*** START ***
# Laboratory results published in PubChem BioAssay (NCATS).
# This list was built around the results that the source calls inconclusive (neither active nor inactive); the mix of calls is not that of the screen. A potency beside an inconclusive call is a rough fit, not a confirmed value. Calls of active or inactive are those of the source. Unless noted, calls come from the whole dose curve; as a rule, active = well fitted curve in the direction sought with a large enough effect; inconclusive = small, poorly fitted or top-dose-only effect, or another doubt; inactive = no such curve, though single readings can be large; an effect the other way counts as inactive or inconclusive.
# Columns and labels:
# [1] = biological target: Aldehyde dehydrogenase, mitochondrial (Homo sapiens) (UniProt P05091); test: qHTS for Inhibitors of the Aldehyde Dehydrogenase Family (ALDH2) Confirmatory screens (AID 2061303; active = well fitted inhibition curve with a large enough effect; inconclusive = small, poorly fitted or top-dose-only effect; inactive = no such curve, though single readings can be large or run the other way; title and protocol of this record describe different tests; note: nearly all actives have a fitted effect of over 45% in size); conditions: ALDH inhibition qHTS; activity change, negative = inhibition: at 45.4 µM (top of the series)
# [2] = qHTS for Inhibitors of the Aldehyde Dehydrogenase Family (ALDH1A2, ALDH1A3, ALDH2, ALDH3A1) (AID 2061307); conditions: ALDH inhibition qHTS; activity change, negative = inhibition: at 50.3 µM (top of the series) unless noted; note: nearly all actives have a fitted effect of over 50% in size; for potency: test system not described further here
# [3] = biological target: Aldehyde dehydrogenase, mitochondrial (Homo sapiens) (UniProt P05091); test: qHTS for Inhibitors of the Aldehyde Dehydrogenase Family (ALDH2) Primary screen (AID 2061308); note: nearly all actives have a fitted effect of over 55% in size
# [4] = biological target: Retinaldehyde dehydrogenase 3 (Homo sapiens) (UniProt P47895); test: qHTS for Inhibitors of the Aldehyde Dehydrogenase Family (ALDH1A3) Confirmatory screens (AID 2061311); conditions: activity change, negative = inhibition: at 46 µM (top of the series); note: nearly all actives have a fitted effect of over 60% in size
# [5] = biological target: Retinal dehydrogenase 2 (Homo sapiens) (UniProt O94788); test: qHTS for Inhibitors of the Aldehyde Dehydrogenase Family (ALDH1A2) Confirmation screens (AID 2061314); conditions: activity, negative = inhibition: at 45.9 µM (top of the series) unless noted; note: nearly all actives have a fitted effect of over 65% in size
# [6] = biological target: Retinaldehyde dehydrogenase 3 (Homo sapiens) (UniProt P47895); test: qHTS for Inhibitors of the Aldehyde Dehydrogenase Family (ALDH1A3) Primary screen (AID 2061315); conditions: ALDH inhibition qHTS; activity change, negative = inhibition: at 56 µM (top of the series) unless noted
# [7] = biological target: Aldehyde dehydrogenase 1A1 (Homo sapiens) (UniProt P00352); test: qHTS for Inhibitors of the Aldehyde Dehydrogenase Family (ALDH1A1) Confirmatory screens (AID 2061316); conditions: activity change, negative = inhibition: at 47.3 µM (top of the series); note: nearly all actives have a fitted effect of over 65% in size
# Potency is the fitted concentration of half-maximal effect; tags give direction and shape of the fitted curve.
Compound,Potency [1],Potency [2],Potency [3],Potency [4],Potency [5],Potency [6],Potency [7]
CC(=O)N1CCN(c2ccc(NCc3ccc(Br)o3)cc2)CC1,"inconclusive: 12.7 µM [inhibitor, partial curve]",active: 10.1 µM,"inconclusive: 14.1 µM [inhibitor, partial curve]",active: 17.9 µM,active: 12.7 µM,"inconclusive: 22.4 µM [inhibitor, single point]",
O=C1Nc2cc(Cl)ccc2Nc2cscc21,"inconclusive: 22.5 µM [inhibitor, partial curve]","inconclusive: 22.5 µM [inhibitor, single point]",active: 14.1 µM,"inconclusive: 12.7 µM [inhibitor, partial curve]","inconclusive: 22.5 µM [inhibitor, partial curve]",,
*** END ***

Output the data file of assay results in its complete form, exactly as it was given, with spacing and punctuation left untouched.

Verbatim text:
# Laboratory results published in PubChem BioAssay (NCATS).
# This list was built around the results that the source calls inconclusive (neither active nor inactive); the mix of calls is not that of the screen. A potency beside an inconclusive call is a rough fit, not a confirmed value. Calls of active or inactive are those of the source. Unless noted, calls come from the whole dose curve; as a rule, active = well fitted curve in the direction sought with a large enough effect; inconclusive = small, poorly fitted or top-dose-only effect, or another doubt; inactive = no such curve, though single readings can be large; an effect the other way counts as inactive or inconclusive.
# Columns and labels:
# [1] = biological target: Aldehyde dehydrogenase, mitochondrial (Homo sapiens) (UniProt P05091); test: qHTS for Inhibitors of the Aldehyde Dehydrogenase Family (ALDH2) Confirmatory screens (AID 2061303; active = well fitted inhibition curve with a large enough effect; inconclusive = small, poorly fitted or top-dose-only effect; inactive = no such curve, though single readings can be large or run the other way; title and protocol of this record describe different tests; note: nearly all actives have a fitted effect of over 45% in size); conditions: ALDH inhibition qHTS; activity change, negative = inhibition: at 45.4 µM (top of the series)
# [2] = qHTS for Inhibitors of the Aldehyde Dehydrogenase Family (ALDH1A2, ALDH1A3, ALDH2, ALDH3A1) (AID 2061307); conditions: ALDH inhibition qHTS; activity change, negative = inhibition: at 50.3 µM (top of the series) unless noted; note: nearly all actives have a fitted effect of over 50% in size; for potency: test system not described further here
# [3] = biological target: Aldehyde dehydrogenase, mitochondrial (Homo sapiens) (UniProt P05091); test: qHTS for Inhibitors of the Aldehyde Dehydrogenase Family (ALDH2) Primary screen (AID 2061308); note: nearly all actives have a fitted effect of over 55% in size
# [4] = biological target: Retinaldehyde dehydrogenase 3 (Homo sapiens) (UniProt P47895); test: qHTS for Inhibitors of the Aldehyde Dehydrogenase Family (ALDH1A3) Confirmatory screens (AID 2061311); conditions: activity change, negative = inhibition: at 46 µM (top of the series); note: nearly all actives have a fitted effect of over 60% in size
# [5] = biological target: Retinal dehydrogenase 2 (Homo sapiens) (UniProt O94788); test: qHTS for Inhibitors of the Aldehyde Dehydrogenase Family (ALDH1A2) Confirmation screens (AID 2061314); conditions: activity, negative = inhibition: at 45.9 µM (top of the series) unless noted; note: nearly all actives have a fitted effect of over 65% in size
# [6] = biological target: Retinaldehyde dehydrogenase 3 (Homo sapiens) (UniProt P47895); test: qHTS for Inhibitors of the Aldehyde Dehydrogenase Family (ALDH1A3) Primary screen (AID 2061315); conditions: ALDH inhibition qHTS; activity change, negative = inhibition: at 56 µM (top of the series) unless noted
# [7] = biological target: Aldehyde dehydrogenase 1A1 (Homo sapiens) (UniProt P00352); test: qHTS for Inhibitors of the Aldehyde Dehydrogenase Family (ALDH1A1) Confirmatory screens (AID 2061316); conditions: activity change, negative = inhibition: at 47.3 µM (top of the series); note: nearly all actives have a fitted effect of over 65% in size
# Potency is the fitted concentration of half-maximal effect; tags give direction and shape of the fitted curve.
Compound,Potency [1],Potency [2],Potency [3],Potency [4],Potency [5],Potency [6],Potency [7]
CC(=O)N1CCN(c2ccc(NCc3ccc(Br)o3)cc2)CC1,"inconclusive: 12.7 µM [inhibitor, partial curve]",active: 10.1 µM,"inconclusive: 14.1 µM [inhibitor, partial curve]",active: 17.9 µM,active: 12.7 µM,"inconclusive: 22.4 µM [inhibitor, single point]",
O=C1Nc2cc(Cl)ccc2Nc2cscc21,"inconclusive: 22.5 µM [inhibitor, partial curve]","inconclusive: 22.5 µM [inhibitor, single point]",active: 14.1 µM,"inconclusive: 12.7 µM [inhibitor, partial curve]","inconclusive: 22.5 µM [inhibitor, partial curve]",,